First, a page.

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Perren Place, Pydar Street, Truro Saturday 30th July 1796, 10:30 a.m.
Above us, the storm clouds seemed to be lifting. 'Father, perhaps you shouldn't delay any longer. Maybe you should go while there's this break in the rain?'
Father frowned, buttoning up his travelling coat. It was black like all his clothes, well cut and made of the finest quality, but plain and unadorned – almost too severe. He seemed more nervous than usual, all too aware of Lady Boswell's growing displeasure.
'No, no ... we must wait and see you safely off.' He reread the letter in his hand. 'Lady Clarissa definitely says the carriage would be here for ten o'clock. They must be delayed on account of the rain.'
Lady Boswell shrugged her elegant shoulders. 'Is Angelica's comfort to be considered and not my own? Dear me, perhaps I was mistaken to accept your kind offer ... perhaps I'd have been better hiring my own post-chaise?' She smiled and I watched Father melt. She had it to perfection: the coy rise to her eyebrow, the sudden pout accentuating her high cheek bones. 'Your horses are impatient to be off ... and we've such a long way to go.'
As if in league, the horses lurched against their harness and Father reopened his fob watch. 'Don't wait, Father. Lady Clarissa's coach can't be much longer – you'll probably pass it on the new bridge.' I caught Lady Boswell's sideways glance, her obvious triumph, and an icy hand clutched my heart.
Silas Lilly was certainly a good catch – in his sixties, he had the energy and enthusiasm of a man twenty years his junior. His greying hair was still abundant, his shoulders straight and strong. He might be a little rough around the edges for the politest society, but that was not going to stop her. Wealth was wealth, and she was clearly prepared to overlook the fact that he had been born the son of a foundry worker. Perhaps she was thinking of teaching him her manners: her ability to walk right past people in need, her inability to think of anyone's comfort except her own.
The luggage was piled high on the roof, secured by a heavy tarpaulin. Almost everyone was going – Father's groom, his valet, his clerk.
'Two months is a long time to be away from home,' I whispered.
He had chosen his strongest mares. The stables were now empty, the grooms taking the remaining horses to our farm on the moors. Molly and Grace were to clean the house from top to bottom and I would spend the rest of the summer with Lady Clarissa and Amelia at Trenwyn House. By the end of two months, Father would have negotiated a new smelting house in South Wales, the horses would be rested, the house sparkling, and Lady Clarissa would have secured my engagement to Lord Entworth.
Only Lady Boswell was beyond my control.
We always attracted onlookers when the carriage left, but today the crowd seemed distant and hostile. They stood watching in silence, hunching together with stooped shoulders. Our house was one of the larger properties on Pydar Street; it had thick cob walls and stone mullion windows, heavy crossbeams and a grand wooden staircase. The thatch had long since been replaced by slates, our five brick chimneys dominating the roofline. Seventy years ago, it was considered the best Truro could offer, but the road was now too busy, our lack of privacy causing Father concern.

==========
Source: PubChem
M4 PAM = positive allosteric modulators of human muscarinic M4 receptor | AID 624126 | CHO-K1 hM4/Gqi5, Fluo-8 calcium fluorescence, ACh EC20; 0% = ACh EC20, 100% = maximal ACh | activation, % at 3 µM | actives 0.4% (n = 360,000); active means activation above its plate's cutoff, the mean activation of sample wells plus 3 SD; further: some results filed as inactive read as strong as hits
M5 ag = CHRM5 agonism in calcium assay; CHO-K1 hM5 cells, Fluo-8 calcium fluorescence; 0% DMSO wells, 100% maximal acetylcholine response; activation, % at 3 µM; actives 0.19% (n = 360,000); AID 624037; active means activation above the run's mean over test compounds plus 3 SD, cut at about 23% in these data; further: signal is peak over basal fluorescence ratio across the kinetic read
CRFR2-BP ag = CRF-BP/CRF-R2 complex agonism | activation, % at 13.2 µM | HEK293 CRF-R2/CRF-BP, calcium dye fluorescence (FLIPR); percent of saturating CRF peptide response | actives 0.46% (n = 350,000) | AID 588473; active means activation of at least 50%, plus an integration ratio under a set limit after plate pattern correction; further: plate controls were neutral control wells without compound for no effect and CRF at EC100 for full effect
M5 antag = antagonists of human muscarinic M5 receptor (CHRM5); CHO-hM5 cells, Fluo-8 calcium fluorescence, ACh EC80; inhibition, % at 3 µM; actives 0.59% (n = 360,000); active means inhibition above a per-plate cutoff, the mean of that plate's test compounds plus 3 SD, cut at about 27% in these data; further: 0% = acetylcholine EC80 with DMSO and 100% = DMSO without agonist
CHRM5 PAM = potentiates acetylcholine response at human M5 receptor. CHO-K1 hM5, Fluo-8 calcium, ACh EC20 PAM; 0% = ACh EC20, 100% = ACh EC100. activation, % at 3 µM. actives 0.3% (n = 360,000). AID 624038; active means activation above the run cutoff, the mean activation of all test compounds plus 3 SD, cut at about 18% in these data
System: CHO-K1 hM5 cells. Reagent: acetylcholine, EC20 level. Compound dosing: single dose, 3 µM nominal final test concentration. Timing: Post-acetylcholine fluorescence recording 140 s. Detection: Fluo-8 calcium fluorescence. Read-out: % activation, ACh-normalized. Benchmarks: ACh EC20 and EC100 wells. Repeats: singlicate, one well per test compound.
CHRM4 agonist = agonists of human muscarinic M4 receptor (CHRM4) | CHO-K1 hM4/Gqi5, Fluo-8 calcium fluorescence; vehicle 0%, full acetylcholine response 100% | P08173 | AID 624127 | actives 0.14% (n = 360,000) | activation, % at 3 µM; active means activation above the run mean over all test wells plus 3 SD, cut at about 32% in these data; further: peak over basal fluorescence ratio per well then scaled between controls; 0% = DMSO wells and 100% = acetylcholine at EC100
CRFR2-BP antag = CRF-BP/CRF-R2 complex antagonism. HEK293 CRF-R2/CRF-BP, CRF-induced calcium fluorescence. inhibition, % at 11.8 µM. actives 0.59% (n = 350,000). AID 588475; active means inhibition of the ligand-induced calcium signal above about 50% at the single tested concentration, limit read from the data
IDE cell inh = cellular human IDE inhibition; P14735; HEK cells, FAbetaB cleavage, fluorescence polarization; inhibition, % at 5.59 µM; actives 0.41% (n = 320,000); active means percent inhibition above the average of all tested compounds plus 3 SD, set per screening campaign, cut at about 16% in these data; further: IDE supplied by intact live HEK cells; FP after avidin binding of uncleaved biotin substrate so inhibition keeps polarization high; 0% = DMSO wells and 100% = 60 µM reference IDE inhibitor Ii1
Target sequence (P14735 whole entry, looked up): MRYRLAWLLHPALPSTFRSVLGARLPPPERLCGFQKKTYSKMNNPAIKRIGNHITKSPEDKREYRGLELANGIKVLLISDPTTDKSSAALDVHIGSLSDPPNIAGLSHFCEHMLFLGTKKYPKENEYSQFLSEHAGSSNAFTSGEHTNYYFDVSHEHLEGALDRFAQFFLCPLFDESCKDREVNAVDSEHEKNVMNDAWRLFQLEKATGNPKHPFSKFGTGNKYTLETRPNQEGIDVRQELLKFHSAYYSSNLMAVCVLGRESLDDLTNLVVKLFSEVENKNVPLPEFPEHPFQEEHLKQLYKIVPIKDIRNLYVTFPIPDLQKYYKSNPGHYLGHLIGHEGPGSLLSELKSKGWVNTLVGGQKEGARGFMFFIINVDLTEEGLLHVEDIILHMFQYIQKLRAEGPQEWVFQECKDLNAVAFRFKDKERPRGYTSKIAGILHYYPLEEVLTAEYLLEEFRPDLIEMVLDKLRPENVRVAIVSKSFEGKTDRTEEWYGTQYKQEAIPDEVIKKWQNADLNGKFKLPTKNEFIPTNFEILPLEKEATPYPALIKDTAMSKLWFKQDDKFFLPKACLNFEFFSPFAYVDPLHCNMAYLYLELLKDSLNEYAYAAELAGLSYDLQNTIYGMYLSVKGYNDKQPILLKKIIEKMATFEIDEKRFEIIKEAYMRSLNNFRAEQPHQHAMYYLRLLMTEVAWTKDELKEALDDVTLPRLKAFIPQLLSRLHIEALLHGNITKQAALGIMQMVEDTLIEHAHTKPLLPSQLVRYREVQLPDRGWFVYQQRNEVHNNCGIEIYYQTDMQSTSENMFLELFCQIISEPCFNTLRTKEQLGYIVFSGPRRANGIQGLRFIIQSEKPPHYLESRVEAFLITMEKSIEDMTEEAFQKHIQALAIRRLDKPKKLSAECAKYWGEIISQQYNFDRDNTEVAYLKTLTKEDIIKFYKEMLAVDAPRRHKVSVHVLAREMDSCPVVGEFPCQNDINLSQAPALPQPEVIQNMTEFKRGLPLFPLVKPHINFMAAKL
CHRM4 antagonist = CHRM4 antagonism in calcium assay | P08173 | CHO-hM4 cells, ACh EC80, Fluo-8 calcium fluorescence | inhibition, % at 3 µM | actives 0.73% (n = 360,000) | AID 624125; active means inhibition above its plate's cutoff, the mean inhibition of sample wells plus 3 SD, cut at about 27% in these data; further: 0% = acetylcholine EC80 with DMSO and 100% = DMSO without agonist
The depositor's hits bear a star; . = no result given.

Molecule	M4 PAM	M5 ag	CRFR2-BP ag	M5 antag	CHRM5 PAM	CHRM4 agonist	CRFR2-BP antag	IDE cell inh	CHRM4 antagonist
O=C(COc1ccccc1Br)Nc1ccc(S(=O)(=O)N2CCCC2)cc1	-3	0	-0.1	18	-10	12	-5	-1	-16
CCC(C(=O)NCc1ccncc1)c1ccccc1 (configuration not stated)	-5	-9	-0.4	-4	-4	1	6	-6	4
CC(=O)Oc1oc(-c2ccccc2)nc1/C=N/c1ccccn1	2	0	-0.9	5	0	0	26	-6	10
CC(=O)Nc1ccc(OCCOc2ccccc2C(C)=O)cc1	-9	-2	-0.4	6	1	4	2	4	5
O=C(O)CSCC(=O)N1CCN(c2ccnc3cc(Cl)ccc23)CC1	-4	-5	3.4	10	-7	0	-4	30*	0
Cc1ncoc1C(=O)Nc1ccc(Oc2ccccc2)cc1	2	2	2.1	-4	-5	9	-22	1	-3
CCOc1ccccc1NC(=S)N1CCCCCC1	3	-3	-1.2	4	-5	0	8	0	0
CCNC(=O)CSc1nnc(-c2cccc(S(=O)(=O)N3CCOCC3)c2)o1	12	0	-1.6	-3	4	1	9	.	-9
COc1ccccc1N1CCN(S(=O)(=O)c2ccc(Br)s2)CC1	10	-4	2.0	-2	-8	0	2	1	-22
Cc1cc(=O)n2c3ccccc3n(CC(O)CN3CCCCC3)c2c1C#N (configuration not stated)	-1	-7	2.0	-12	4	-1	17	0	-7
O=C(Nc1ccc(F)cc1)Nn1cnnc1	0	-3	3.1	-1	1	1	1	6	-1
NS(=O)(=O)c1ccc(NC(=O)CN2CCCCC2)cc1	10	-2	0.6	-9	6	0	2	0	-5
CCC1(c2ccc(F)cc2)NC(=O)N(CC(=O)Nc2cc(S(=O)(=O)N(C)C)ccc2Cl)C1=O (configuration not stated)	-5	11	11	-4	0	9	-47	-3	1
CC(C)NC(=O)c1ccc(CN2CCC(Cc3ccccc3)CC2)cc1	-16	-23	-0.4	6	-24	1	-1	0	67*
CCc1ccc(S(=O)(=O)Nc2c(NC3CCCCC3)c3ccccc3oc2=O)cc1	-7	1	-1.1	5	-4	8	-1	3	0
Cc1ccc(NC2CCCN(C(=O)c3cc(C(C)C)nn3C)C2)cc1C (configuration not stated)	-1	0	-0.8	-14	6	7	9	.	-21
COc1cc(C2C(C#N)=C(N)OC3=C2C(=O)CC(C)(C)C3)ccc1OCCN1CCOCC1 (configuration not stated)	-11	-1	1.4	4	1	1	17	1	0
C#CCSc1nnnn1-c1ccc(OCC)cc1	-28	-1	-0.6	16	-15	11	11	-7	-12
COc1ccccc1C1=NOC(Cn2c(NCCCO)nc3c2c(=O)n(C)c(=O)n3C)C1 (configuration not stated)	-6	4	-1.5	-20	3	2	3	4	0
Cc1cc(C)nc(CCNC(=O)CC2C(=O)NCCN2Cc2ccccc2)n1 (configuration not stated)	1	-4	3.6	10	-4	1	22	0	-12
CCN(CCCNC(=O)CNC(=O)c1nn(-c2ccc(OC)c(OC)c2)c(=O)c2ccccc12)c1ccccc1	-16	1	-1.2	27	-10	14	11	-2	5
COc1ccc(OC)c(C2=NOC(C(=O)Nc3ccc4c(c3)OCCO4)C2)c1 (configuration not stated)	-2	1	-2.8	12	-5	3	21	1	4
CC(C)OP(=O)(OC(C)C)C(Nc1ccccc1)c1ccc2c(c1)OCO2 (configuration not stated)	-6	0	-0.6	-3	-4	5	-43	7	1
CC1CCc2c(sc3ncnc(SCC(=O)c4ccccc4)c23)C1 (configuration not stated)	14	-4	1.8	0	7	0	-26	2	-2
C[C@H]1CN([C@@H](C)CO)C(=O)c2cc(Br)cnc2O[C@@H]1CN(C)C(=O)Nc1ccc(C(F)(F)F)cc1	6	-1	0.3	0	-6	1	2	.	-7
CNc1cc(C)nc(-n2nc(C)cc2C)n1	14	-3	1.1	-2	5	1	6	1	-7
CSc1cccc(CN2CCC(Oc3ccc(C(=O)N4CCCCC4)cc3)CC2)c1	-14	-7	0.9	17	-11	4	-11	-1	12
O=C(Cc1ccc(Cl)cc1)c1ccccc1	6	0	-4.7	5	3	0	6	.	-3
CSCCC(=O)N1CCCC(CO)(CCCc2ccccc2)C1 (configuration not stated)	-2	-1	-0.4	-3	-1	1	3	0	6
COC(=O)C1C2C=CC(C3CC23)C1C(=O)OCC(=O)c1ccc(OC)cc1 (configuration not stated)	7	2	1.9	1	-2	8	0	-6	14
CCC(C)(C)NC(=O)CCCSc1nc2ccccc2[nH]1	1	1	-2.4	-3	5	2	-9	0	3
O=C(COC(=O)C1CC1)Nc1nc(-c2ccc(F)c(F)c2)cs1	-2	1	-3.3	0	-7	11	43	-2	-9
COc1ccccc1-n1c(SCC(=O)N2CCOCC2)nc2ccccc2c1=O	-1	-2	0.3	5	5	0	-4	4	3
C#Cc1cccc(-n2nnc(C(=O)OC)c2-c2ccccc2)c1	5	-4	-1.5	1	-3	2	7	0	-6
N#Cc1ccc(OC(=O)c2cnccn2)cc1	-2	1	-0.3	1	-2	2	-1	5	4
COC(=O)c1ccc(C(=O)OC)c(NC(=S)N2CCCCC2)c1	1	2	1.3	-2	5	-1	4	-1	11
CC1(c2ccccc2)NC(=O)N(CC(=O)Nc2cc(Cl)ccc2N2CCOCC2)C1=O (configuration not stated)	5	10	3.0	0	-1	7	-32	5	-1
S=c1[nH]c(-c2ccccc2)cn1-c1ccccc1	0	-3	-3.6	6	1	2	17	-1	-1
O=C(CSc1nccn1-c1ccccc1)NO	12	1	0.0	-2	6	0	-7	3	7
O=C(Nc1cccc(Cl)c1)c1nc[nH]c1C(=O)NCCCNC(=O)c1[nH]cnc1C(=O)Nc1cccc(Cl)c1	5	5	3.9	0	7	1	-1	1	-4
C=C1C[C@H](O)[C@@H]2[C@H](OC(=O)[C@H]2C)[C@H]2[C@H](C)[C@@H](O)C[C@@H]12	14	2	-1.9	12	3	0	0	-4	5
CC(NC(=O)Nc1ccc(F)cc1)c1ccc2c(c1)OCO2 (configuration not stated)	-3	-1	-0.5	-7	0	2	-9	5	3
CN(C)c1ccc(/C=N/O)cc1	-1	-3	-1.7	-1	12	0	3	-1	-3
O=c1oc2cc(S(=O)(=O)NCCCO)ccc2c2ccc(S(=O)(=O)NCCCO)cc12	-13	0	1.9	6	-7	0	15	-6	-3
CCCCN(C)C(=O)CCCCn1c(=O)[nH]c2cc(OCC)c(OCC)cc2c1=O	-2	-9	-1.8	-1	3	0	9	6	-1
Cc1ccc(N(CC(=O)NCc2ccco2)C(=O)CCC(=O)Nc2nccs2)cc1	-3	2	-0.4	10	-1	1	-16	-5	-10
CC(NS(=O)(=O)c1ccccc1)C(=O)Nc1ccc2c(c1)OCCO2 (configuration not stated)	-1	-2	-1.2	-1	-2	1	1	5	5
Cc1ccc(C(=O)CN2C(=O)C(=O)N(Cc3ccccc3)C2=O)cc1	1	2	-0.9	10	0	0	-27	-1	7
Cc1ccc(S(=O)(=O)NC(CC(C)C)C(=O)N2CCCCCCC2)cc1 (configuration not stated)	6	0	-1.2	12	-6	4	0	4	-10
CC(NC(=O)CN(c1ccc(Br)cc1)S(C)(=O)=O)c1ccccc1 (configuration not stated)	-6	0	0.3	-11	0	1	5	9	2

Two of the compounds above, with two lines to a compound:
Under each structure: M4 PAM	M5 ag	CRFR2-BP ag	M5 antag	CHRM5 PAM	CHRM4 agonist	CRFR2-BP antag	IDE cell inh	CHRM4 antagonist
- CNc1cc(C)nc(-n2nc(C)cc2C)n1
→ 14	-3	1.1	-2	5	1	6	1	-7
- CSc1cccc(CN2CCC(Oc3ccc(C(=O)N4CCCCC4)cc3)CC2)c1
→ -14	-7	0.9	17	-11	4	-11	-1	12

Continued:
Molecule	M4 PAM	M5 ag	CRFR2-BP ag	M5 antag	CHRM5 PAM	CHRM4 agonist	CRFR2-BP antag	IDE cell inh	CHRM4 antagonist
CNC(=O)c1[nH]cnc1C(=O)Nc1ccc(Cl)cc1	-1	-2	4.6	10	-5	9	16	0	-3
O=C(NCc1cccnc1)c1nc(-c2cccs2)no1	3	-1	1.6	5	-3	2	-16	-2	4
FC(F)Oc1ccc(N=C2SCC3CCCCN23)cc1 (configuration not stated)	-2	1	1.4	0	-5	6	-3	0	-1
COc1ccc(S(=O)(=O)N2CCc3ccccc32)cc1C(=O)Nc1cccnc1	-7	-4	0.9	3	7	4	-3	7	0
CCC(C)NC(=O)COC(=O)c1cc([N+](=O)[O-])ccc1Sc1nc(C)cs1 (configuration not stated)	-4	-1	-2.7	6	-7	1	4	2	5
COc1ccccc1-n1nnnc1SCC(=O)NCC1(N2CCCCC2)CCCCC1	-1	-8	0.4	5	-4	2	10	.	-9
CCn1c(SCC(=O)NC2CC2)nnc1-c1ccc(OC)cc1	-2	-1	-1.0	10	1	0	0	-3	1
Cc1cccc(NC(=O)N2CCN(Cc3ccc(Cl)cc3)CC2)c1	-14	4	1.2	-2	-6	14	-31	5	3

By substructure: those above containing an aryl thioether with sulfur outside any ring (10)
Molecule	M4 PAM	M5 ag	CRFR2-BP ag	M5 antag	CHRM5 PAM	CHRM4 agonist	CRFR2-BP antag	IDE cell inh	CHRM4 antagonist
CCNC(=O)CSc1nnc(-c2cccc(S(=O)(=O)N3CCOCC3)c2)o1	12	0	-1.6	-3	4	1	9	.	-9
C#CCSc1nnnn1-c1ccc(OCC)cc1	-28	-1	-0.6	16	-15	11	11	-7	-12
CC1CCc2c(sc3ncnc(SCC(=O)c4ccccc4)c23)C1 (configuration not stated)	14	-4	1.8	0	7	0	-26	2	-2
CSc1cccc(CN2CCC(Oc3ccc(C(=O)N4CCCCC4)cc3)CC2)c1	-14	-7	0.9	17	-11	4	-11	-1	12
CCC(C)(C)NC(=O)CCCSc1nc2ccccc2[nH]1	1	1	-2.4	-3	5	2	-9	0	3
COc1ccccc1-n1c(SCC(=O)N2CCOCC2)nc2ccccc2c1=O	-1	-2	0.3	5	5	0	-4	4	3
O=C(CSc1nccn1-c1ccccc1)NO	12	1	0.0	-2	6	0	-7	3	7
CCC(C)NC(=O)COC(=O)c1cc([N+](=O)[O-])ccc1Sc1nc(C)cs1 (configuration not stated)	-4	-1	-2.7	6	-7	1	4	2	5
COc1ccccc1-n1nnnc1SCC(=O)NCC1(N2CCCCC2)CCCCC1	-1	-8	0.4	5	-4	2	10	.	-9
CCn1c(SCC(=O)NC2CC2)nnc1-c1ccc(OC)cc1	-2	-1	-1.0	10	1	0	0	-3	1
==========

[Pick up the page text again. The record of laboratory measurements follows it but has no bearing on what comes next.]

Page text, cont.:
A year ago, Father would have left among smiles and waves, small boys chasing after the carriage, but this group stood bedraggled and grey-faced, staring at us from beneath the shelter of an overhanging branch. Their clothes seemed to hang off them, filthy rags wound round their feet in place of shoes.
Molly sighed, shifting her stiff hip.
'Can you find them something to eat?' I asked.
She nodded. 'I'll make them some soup from the leftover mutton.'
Father was helping Lady Boswell into the carriage but at least they were leaving.
'I don't like this one little bit,' I whispered.
'Nor me neither – ye know what they say about two people goin' on a journey ...' She shook a crease from her dress. In thirty years, she had never allowed anyone to see her wearing her apron at the front door, always leaving it on a large hook behind the kitchen door. 'They say her first husband was too old to survive the wedding night ... an' her second husband gambled away all the money. They say she's not a penny to her name.'
Lady Boswell's eyes were accentuated by the royal blue of her velvet travelling jacket. Her hair was the colour of corn, her mouth reddened with pigmented beeswax. The coy smile was back, a slight flutter to her eyelashes. Her hand with its frill of Belgian lace lingered on Father's and my uneasiness spiralled.
'He's only taking her to her sister – then he's going up to Bristol,' I said with more hope than conviction.
Molly's mouth tightened. 'If ye ask me, she looks like the cat that's got the cream ...'
'Oh, don't say that.'
Molly was hiding her dislike of Lady Boswell very well, smiling and nodding to Father as he approached, and I knew to do the same.
Father snapped his watch open and shut. 'I really think we ought to leave, Angelica, though I'd rather see you off first ... the roads are awash and I'd like to get through the turnpike before the next shower. But ... well ... give Lady Clarissa my best regards ... and ... and, well, I'm sure she'll be successful.' He lowered his voice. 'The man's enamoured of you. You've bewitched him – he'll have no other.' He nodded and bowed, my stiff and formal father, never bending to kiss me, nor chucking me under the chin, nor pinching my cheek, nor showing me any love; my prosperous father, already treating me like I was the next Lady Entworth. 'You've packed my address in Swansea?'